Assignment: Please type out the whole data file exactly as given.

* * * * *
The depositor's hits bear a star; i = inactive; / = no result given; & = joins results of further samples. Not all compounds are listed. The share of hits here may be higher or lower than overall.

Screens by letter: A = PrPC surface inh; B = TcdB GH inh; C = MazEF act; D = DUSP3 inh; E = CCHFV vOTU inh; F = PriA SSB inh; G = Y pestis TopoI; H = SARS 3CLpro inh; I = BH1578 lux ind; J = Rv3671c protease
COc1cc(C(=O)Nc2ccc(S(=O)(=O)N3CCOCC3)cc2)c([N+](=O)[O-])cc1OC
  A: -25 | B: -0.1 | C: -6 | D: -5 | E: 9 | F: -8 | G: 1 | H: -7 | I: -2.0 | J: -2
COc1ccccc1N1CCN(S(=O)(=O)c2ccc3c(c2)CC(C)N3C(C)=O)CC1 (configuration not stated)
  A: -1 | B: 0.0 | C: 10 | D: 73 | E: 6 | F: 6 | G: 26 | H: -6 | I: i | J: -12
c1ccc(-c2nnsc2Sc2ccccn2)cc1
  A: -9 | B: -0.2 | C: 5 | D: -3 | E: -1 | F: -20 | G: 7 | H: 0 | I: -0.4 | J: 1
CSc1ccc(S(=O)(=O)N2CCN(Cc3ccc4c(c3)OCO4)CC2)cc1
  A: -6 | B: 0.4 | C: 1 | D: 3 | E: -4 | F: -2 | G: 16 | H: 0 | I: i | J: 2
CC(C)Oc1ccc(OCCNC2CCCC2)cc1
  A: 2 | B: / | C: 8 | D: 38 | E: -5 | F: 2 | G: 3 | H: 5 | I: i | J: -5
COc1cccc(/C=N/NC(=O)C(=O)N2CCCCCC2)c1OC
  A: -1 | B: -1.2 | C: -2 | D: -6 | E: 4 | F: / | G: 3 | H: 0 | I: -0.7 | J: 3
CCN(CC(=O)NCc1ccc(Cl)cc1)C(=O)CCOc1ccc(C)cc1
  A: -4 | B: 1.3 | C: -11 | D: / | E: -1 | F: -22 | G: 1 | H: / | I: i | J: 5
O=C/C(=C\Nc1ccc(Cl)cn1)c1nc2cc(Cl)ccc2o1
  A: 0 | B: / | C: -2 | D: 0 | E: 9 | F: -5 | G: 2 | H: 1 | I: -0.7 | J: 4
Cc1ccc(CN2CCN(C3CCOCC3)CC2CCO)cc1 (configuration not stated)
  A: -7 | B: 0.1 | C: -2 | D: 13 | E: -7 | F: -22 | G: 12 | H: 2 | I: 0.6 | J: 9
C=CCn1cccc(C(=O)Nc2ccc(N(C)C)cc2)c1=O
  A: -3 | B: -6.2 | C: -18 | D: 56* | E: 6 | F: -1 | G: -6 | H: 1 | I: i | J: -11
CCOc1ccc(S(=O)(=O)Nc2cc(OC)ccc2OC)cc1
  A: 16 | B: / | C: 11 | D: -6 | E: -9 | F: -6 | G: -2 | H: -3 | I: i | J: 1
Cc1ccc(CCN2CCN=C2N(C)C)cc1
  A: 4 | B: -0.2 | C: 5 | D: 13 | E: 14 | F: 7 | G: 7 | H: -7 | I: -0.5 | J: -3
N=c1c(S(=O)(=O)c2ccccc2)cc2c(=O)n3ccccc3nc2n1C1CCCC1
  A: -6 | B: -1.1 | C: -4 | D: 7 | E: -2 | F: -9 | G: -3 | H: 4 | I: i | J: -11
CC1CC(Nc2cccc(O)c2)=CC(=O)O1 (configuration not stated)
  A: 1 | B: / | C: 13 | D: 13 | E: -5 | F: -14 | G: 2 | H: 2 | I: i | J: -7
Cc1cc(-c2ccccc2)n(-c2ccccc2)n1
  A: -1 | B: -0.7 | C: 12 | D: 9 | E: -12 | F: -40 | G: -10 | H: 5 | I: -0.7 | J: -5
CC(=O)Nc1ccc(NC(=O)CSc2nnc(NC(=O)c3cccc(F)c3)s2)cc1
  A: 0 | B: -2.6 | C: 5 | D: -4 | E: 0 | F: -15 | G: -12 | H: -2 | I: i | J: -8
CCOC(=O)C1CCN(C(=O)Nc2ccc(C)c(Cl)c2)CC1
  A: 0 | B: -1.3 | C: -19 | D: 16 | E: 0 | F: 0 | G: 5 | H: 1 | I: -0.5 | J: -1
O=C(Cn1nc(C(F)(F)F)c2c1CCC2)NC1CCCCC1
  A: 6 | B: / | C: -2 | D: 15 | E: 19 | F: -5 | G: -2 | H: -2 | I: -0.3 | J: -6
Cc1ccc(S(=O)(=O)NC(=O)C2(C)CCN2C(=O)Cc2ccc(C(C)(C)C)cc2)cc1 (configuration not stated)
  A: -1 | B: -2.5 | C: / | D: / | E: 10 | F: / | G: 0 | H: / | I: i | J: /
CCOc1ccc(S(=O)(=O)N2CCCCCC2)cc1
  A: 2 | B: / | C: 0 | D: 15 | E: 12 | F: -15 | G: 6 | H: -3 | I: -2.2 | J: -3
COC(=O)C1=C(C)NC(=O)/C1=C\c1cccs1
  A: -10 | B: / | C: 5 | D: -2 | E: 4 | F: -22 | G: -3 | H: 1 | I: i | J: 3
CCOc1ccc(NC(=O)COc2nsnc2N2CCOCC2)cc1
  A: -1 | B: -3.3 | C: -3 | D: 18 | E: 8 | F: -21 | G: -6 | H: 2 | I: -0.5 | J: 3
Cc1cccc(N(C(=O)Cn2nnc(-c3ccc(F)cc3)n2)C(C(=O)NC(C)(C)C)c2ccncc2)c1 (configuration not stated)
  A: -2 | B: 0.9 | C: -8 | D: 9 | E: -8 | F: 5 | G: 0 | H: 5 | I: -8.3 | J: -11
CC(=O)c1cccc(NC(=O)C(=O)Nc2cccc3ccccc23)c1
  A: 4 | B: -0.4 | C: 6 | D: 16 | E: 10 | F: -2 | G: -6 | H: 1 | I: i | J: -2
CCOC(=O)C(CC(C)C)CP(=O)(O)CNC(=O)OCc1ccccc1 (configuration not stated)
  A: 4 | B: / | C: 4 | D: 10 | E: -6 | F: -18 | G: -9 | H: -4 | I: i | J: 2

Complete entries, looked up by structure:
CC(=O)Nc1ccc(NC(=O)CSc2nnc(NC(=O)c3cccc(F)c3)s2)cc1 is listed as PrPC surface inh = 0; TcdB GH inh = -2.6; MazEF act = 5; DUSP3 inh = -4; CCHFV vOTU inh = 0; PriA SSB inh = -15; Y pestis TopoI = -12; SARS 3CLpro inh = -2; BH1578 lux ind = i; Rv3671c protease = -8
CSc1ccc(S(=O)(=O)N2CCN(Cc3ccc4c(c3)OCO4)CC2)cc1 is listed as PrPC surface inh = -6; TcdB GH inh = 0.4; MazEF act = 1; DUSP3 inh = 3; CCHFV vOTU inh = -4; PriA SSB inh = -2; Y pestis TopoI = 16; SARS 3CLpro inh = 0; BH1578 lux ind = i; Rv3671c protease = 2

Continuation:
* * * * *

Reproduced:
The depositor's hits bear a star; i = inactive; / = no result given; & = joins results of further samples. Not all compounds are listed. The share of hits here may be higher or lower than overall.

Screens by letter: A = PrPC surface inh; B = TcdB GH inh; C = MazEF act; D = DUSP3 inh; E = CCHFV vOTU inh; F = PriA SSB inh; G = Y pestis TopoI; H = SARS 3CLpro inh; I = BH1578 lux ind; J = Rv3671c protease
COc1cc(C(=O)Nc2ccc(S(=O)(=O)N3CCOCC3)cc2)c([N+](=O)[O-])cc1OC
  A: -25 | B: -0.1 | C: -6 | D: -5 | E: 9 | F: -8 | G: 1 | H: -7 | I: -2.0 | J: -2
COc1ccccc1N1CCN(S(=O)(=O)c2ccc3c(c2)CC(C)N3C(C)=O)CC1 (configuration not stated)
  A: -1 | B: 0.0 | C: 10 | D: 73 | E: 6 | F: 6 | G: 26 | H: -6 | I: i | J: -12
c1ccc(-c2nnsc2Sc2ccccn2)cc1
  A: -9 | B: -0.2 | C: 5 | D: -3 | E: -1 | F: -20 | G: 7 | H: 0 | I: -0.4 | J: 1
CSc1ccc(S(=O)(=O)N2CCN(Cc3ccc4c(c3)OCO4)CC2)cc1
  A: -6 | B: 0.4 | C: 1 | D: 3 | E: -4 | F: -2 | G: 16 | H: 0 | I: i | J: 2
CC(C)Oc1ccc(OCCNC2CCCC2)cc1
  A: 2 | B: / | C: 8 | D: 38 | E: -5 | F: 2 | G: 3 | H: 5 | I: i | J: -5
COc1cccc(/C=N/NC(=O)C(=O)N2CCCCCC2)c1OC
  A: -1 | B: -1.2 | C: -2 | D: -6 | E: 4 | F: / | G: 3 | H: 0 | I: -0.7 | J: 3
CCN(CC(=O)NCc1ccc(Cl)cc1)C(=O)CCOc1ccc(C)cc1
  A: -4 | B: 1.3 | C: -11 | D: / | E: -1 | F: -22 | G: 1 | H: / | I: i | J: 5
O=C/C(=C\Nc1ccc(Cl)cn1)c1nc2cc(Cl)ccc2o1
  A: 0 | B: / | C: -2 | D: 0 | E: 9 | F: -5 | G: 2 | H: 1 | I: -0.7 | J: 4
Cc1ccc(CN2CCN(C3CCOCC3)CC2CCO)cc1 (configuration not stated)
  A: -7 | B: 0.1 | C: -2 | D: 13 | E: -7 | F: -22 | G: 12 | H: 2 | I: 0.6 | J: 9
C=CCn1cccc(C(=O)Nc2ccc(N(C)C)cc2)c1=O
  A: -3 | B: -6.2 | C: -18 | D: 56* | E: 6 | F: -1 | G: -6 | H: 1 | I: i | J: -11
CCOc1ccc(S(=O)(=O)Nc2cc(OC)ccc2OC)cc1
  A: 16 | B: / | C: 11 | D: -6 | E: -9 | F: -6 | G: -2 | H: -3 | I: i | J: 1
Cc1ccc(CCN2CCN=C2N(C)C)cc1
  A: 4 | B: -0.2 | C: 5 | D: 13 | E: 14 | F: 7 | G: 7 | H: -7 | I: -0.5 | J: -3
N=c1c(S(=O)(=O)c2ccccc2)cc2c(=O)n3ccccc3nc2n1C1CCCC1
  A: -6 | B: -1.1 | C: -4 | D: 7 | E: -2 | F: -9 | G: -3 | H: 4 | I: i | J: -11
CC1CC(Nc2cccc(O)c2)=CC(=O)O1 (configuration not stated)
  A: 1 | B: / | C: 13 | D: 13 | E: -5 | F: -14 | G: 2 | H: 2 | I: i | J: -7
Cc1cc(-c2ccccc2)n(-c2ccccc2)n1
  A: -1 | B: -0.7 | C: 12 | D: 9 | E: -12 | F: -40 | G: -10 | H: 5 | I: -0.7 | J: -5
CC(=O)Nc1ccc(NC(=O)CSc2nnc(NC(=O)c3cccc(F)c3)s2)cc1
  A: 0 | B: -2.6 | C: 5 | D: -4 | E: 0 | F: -15 | G: -12 | H: -2 | I: i | J: -8
CCOC(=O)C1CCN(C(=O)Nc2ccc(C)c(Cl)c2)CC1
  A: 0 | B: -1.3 | C: -19 | D: 16 | E: 0 | F: 0 | G: 5 | H: 1 | I: -0.5 | J: -1
O=C(Cn1nc(C(F)(F)F)c2c1CCC2)NC1CCCCC1
  A: 6 | B: / | C: -2 | D: 15 | E: 19 | F: -5 | G: -2 | H: -2 | I: -0.3 | J: -6
Cc1ccc(S(=O)(=O)NC(=O)C2(C)CCN2C(=O)Cc2ccc(C(C)(C)C)cc2)cc1 (configuration not stated)
  A: -1 | B: -2.5 | C: / | D: / | E: 10 | F: / | G: 0 | H: / | I: i | J: /
CCOc1ccc(S(=O)(=O)N2CCCCCC2)cc1
  A: 2 | B: / | C: 0 | D: 15 | E: 12 | F: -15 | G: 6 | H: -3 | I: -2.2 | J: -3
COC(=O)C1=C(C)NC(=O)/C1=C\c1cccs1
  A: -10 | B: / | C: 5 | D: -2 | E: 4 | F: -22 | G: -3 | H: 1 | I: i | J: 3
CCOc1ccc(NC(=O)COc2nsnc2N2CCOCC2)cc1
  A: -1 | B: -3.3 | C: -3 | D: 18 | E: 8 | F: -21 | G: -6 | H: 2 | I: -0.5 | J: 3
Cc1cccc(N(C(=O)Cn2nnc(-c3ccc(F)cc3)n2)C(C(=O)NC(C)(C)C)c2ccncc2)c1 (configuration not stated)
  A: -2 | B: 0.9 | C: -8 | D: 9 | E: -8 | F: 5 | G: 0 | H: 5 | I: -8.3 | J: -11
CC(=O)c1cccc(NC(=O)C(=O)Nc2cccc3ccccc23)c1
  A: 4 | B: -0.4 | C: 6 | D: 16 | E: 10 | F: -2 | G: -6 | H: 1 | I: i | J: -2
CCOC(=O)C(CC(C)C)CP(=O)(O)CNC(=O)OCc1ccccc1 (configuration not stated)
  A: 4 | B: / | C: 4 | D: 10 | E: -6 | F: -18 | G: -9 | H: -4 | I: i | J: 2

Complete entries, looked up by structure:
CC(=O)Nc1ccc(NC(=O)CSc2nnc(NC(=O)c3cccc(F)c3)s2)cc1 is listed as PrPC surface inh = 0; TcdB GH inh = -2.6; MazEF act = 5; DUSP3 inh = -4; CCHFV vOTU inh = 0; PriA SSB inh = -15; Y pestis TopoI = -12; SARS 3CLpro inh = -2; BH1578 lux ind = i; Rv3671c protease = -8
CSc1ccc(S(=O)(=O)N2CCN(Cc3ccc4c(c3)OCO4)CC2)cc1 is listed as PrPC surface inh = -6; TcdB GH inh = 0.4; MazEF act = 1; DUSP3 inh = 3; CCHFV vOTU inh = -4; PriA SSB inh = -2; Y pestis TopoI = 16; SARS 3CLpro inh = 0; BH1578 lux ind = i; Rv3671c protease = 2

Continuation: